Score: 7/10

Pros:

-Focusses on a less well-known part of 40k universe

-Environments and characters look great

-Would make a great mobile game

Cons:

-Lacks tactical depth

-Some balance issues

-Awkward camera controls

Frugal Gaming Review – Child of LIght

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Playable Female Character? Check

Red Hair? Check

A Ubisoft Game? Surprisingly Check!

Reminds Me Of Childhood Memories

Sounds like a Gallifrayan’s dream come true.  Child of Light has been out for a while now and whilst I’ve been wanting to play it for some time, it’s been sitting and stagnating amongst my vast pile of shame.  So braving the murky waters of UPlay on PC I’ve decided to set that right and I thought I’d share my thoughts with you lovely lot.

The game casts you as Aurora, a small Austrian girl with flaming red hair.  Having gone to sleep one night, you awake to find yourself in the mythical land of Lemuria.  Filled with all sorts of beasties and baddies to battle along the way, your quest is a simple one of a small girl trying to get home to her father.  Along the way you will meet some curious companions –  Tristis a Court Jester with acrobatic attacks, Finn a magic wielding Dwarf and even a Rock Gollum via DLC.

Both the story and the characters wouldn’t seem out of place in a Hans Christian Andersen fable.  Likewise that graphical style could best be described as illustrations come to life.  It truly is one of the most beautiful games I’ve ever played.  At time mesmerising to behold, the UbiArt Framework engine has been one of the industry highlights for me over the last couple of years.

The game play itself is split into two definite types.  Your exploration takes the form of a simple 2D platforming game, with a bit a flying and a firefly thrown in for good measure.  It’s graceful in movement and a complete joy to play.  Simple light based puzzles and the odd pull/push drag a block around are all unsurprisingly featured.  There are lots to discover in the game, hidden chests and such and whilst it’s nice to find them, the contents don’t exactly lull you into keep searching.

The other game play element concerns combat.  Head towards a foe and the game switches to its turn/time based strategy element.  A meter across the bottom of the screen has icons for each combatant, a bit like the seaside donkey derby games, your character will race along to the activation line when you can then unleash your attack or ability.  Each character, both friend and foe feature on this line and it determines the order of attacks.  So it’s a bit of a twist on turn based combat and anyone who’s played a Final Fantasy game will feel at home.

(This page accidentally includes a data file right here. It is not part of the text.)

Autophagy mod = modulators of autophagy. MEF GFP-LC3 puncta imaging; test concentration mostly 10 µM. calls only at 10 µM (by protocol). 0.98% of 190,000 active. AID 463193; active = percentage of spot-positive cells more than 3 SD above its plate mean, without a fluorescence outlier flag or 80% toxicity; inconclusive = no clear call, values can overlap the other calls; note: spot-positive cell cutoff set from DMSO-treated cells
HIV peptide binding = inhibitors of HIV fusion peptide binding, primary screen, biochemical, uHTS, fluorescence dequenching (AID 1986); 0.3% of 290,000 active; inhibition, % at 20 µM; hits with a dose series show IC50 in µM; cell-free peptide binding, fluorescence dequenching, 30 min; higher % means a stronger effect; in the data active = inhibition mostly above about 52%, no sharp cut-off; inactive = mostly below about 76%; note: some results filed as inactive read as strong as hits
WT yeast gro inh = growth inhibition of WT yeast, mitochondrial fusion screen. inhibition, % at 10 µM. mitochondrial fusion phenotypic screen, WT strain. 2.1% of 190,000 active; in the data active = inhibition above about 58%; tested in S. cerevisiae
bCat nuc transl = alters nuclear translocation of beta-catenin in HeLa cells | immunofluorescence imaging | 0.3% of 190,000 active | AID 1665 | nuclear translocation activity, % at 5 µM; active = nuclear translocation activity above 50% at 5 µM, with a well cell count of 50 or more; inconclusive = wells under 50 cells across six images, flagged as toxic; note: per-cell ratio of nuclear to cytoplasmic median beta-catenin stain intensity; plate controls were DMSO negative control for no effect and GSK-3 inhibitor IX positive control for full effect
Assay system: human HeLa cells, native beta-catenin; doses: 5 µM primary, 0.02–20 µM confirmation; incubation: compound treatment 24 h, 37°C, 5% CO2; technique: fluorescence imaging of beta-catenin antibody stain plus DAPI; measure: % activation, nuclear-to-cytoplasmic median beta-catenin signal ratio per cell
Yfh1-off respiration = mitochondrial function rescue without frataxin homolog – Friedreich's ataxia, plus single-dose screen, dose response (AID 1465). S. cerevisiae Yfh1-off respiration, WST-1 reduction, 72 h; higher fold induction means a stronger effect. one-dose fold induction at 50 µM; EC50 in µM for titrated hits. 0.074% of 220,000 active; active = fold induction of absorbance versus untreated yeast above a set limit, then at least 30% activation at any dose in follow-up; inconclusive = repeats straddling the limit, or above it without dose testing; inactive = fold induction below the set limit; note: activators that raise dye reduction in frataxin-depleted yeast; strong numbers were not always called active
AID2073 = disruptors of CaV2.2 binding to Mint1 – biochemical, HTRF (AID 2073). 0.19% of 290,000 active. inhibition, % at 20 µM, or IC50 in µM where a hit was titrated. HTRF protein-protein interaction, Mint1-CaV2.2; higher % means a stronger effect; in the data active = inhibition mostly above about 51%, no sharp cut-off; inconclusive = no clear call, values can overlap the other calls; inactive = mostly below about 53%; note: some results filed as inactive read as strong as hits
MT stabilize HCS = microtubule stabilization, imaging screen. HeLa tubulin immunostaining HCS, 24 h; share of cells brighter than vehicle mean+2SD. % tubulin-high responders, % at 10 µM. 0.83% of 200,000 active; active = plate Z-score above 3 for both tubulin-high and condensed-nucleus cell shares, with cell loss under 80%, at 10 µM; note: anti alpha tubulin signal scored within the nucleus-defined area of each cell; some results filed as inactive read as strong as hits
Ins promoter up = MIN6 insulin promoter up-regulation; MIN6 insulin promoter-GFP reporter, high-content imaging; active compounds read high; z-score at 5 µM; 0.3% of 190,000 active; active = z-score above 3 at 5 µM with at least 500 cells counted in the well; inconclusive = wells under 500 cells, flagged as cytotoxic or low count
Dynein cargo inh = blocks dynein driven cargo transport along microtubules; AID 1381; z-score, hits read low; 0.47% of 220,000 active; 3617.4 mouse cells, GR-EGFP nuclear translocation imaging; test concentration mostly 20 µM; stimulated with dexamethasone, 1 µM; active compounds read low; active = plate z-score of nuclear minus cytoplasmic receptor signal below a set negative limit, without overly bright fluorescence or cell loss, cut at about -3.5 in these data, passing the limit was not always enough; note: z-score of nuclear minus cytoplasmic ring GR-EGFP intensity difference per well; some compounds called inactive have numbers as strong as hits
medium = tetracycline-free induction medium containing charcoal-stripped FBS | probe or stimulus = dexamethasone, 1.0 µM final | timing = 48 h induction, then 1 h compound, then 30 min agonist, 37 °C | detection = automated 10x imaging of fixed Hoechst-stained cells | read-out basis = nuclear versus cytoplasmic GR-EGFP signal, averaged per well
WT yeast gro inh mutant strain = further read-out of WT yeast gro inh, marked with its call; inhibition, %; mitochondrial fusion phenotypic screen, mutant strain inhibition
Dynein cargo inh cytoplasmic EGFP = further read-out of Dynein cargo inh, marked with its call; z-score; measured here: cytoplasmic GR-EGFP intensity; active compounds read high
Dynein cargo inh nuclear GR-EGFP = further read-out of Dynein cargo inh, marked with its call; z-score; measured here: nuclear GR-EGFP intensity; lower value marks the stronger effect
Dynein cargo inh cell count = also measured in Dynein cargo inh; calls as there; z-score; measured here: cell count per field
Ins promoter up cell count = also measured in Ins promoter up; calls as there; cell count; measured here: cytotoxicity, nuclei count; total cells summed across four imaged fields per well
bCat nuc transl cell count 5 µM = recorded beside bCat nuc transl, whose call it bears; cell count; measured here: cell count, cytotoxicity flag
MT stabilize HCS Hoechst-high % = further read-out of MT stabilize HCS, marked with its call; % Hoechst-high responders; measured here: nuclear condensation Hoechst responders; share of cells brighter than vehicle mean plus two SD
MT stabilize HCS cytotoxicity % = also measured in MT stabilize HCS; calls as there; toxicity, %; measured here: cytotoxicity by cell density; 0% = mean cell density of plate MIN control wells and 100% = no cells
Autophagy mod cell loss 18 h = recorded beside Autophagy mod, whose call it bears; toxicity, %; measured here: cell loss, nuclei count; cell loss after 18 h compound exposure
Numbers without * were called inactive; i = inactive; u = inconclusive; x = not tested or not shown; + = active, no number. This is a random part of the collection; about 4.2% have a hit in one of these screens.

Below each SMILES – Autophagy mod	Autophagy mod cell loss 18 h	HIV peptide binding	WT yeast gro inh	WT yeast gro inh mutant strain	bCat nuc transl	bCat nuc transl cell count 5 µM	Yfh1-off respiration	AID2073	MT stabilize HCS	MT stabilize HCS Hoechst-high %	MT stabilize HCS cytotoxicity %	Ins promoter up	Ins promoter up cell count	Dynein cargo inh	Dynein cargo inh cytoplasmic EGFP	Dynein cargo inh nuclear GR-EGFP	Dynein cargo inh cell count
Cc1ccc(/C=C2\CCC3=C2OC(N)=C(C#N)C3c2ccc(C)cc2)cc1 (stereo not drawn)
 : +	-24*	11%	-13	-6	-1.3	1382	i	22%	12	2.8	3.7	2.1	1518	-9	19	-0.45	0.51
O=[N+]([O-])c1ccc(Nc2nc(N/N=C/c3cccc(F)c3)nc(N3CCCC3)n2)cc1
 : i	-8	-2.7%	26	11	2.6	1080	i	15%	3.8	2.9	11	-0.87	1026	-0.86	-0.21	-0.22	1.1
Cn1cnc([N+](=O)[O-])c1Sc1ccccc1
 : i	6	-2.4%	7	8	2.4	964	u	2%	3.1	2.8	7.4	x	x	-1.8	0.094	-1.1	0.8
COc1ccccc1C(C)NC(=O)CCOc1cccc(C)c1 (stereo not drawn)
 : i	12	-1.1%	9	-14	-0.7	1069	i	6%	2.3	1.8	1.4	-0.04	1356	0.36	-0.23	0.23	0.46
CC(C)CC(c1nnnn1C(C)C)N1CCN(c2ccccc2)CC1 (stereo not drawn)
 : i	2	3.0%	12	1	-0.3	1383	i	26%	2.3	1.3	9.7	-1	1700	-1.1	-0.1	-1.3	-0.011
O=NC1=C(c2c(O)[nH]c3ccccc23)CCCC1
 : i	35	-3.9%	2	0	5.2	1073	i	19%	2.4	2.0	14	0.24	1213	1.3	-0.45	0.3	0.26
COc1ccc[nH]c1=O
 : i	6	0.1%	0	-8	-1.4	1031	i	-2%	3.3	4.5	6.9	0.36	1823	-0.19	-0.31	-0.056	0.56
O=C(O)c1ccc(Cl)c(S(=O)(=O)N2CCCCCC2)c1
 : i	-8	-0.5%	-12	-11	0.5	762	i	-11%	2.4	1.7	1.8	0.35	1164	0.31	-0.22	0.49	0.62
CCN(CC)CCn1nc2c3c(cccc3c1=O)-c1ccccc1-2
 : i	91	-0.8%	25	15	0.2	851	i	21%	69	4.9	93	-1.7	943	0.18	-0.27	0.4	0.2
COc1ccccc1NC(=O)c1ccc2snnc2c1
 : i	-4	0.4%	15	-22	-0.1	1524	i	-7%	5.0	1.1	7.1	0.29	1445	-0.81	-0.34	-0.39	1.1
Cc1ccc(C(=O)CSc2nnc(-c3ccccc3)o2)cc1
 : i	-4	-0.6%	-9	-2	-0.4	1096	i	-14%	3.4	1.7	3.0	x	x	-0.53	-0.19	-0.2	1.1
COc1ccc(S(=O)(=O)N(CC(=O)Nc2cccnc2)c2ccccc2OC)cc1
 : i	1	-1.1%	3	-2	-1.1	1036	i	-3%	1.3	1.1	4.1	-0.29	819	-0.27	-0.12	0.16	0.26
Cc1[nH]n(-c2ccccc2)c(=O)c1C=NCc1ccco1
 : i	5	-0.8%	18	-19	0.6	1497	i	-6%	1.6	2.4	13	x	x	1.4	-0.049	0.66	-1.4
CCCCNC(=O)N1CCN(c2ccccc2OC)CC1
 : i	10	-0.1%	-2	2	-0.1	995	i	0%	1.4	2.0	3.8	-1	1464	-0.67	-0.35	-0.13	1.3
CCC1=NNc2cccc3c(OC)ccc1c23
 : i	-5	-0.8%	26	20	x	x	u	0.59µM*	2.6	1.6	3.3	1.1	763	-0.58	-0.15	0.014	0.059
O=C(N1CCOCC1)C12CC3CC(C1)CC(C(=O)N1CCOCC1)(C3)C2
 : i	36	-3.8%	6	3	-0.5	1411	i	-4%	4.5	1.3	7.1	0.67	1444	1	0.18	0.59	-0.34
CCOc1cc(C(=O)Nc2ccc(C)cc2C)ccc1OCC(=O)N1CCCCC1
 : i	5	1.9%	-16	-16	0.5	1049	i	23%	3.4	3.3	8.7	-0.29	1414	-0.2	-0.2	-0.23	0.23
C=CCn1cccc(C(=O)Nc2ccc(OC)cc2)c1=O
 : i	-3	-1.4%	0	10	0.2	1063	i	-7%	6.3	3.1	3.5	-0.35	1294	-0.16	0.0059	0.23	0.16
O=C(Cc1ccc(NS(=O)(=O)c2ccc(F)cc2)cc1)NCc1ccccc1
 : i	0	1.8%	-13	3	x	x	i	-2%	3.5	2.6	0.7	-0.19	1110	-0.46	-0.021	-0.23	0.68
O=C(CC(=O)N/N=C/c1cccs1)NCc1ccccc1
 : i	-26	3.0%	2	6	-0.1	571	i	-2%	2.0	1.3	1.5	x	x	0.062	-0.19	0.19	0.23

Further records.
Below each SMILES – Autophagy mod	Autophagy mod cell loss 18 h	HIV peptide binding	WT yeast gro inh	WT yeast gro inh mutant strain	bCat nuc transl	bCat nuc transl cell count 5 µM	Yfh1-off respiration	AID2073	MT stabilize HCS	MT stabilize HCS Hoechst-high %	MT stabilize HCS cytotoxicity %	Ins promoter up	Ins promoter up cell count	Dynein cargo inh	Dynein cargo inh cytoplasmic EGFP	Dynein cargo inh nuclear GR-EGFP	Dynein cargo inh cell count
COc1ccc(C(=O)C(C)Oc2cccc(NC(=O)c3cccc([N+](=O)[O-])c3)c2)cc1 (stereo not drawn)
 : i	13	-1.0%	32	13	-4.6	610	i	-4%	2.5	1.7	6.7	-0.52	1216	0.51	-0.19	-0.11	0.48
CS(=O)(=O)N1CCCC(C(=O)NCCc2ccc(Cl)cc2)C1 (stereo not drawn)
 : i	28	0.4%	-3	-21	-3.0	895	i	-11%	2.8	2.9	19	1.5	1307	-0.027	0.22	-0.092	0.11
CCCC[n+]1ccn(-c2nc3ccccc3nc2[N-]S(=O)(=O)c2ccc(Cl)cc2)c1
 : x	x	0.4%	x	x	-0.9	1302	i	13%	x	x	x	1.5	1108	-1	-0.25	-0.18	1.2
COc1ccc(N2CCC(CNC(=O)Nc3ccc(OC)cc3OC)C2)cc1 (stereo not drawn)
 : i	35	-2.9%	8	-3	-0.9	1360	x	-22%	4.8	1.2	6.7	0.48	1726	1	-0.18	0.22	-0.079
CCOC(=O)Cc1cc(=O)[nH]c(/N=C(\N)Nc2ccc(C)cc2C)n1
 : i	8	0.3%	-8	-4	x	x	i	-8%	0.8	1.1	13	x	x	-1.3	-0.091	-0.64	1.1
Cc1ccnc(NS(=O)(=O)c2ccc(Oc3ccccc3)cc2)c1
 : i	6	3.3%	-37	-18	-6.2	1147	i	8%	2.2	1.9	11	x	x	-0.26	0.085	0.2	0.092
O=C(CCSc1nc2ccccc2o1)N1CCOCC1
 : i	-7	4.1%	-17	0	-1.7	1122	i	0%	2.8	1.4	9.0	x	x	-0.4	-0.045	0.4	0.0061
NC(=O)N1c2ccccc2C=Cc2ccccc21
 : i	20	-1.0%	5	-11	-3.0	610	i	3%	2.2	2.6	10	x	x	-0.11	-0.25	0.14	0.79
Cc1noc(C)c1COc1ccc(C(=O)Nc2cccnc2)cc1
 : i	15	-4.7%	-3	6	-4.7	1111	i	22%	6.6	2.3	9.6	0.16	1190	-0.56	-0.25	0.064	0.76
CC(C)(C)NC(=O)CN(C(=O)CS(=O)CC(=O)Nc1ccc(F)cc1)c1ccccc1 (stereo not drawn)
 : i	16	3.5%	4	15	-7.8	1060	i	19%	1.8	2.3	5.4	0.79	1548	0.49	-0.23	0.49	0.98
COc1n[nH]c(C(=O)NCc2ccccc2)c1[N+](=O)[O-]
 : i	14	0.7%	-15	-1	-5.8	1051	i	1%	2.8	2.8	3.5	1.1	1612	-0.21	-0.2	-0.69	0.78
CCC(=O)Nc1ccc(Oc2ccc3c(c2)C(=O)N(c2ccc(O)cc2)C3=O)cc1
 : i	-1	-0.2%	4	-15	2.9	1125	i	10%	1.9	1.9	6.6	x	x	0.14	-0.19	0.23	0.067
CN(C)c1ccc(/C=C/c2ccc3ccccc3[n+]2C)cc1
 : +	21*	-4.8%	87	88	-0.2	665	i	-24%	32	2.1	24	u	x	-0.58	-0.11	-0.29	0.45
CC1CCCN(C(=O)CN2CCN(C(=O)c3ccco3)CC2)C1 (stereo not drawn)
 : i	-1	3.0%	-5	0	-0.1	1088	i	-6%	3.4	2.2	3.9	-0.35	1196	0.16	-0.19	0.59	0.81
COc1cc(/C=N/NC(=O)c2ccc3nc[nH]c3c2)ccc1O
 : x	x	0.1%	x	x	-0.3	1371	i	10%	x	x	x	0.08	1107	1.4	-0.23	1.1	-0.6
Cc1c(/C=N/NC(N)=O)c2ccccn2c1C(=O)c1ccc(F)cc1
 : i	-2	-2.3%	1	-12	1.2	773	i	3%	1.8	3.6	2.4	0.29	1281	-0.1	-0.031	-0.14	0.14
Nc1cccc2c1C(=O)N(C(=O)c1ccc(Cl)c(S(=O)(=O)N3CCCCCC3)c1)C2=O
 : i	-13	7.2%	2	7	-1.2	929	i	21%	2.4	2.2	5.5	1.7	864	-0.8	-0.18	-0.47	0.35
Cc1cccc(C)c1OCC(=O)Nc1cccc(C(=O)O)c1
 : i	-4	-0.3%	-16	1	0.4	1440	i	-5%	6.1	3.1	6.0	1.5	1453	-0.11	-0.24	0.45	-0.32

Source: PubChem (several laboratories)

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If I Stare Too Long, I’d Probably Break Down and Cry

So that’s the meat and potatoes of Child of Light.  A solid little game, but my problem is that it’s not that little.  I’ve played about 5 hours so far, it’s still not completed and it’s back in my pile of shame.  I’ve really enjoyed what I’ve played, but over the 5 hours that I’ve played the game just doesn’t seem to be going anywhere.  Although you can level up your character and add new moves and attacks none of it feels different enough from what you start out with, hence the boredom. It’s like that perfect partner that you could take home to mum, treats you like a goddess and would never stray, everyone loves them but at the end of the day they really are a bit of a bore, and you find yourself hankering for something more immediate, dirty and dangerous.  Child of Light is a great idea, and Ubisoft must be applauded for offering games like this along with Valiant Hearts.  But campaign edges towards the 10 hour mark and feels bloated, I’d rather have had 5 hours of exploration and no combat to be perfectly honest.

COL_Screenshot_5_DD_130910_9When you find a game that you want to love, it’s all the more heartbreaking when you realise it just isn’t for you.  No doubt some people will love Aurora’s adventures and rightly so, it’s just definitely not for everyone.  Whilst the combat is a drag that I could of overcome, the lack of engagement with the supporting characters and the way dialogue is presented is a huge stumbling block in wanting to see the whole thing through.

We’ve all got games that we leave half completed, Child of Light might remain that way sometime for me, instead I’m off to the trenches of the First World War, a Dog is clearly a much better companion than a wisp of light.  I can’t wait to see where the UbiArt engine might take us next.

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Child of Light is available on all major platforms – Version tested PC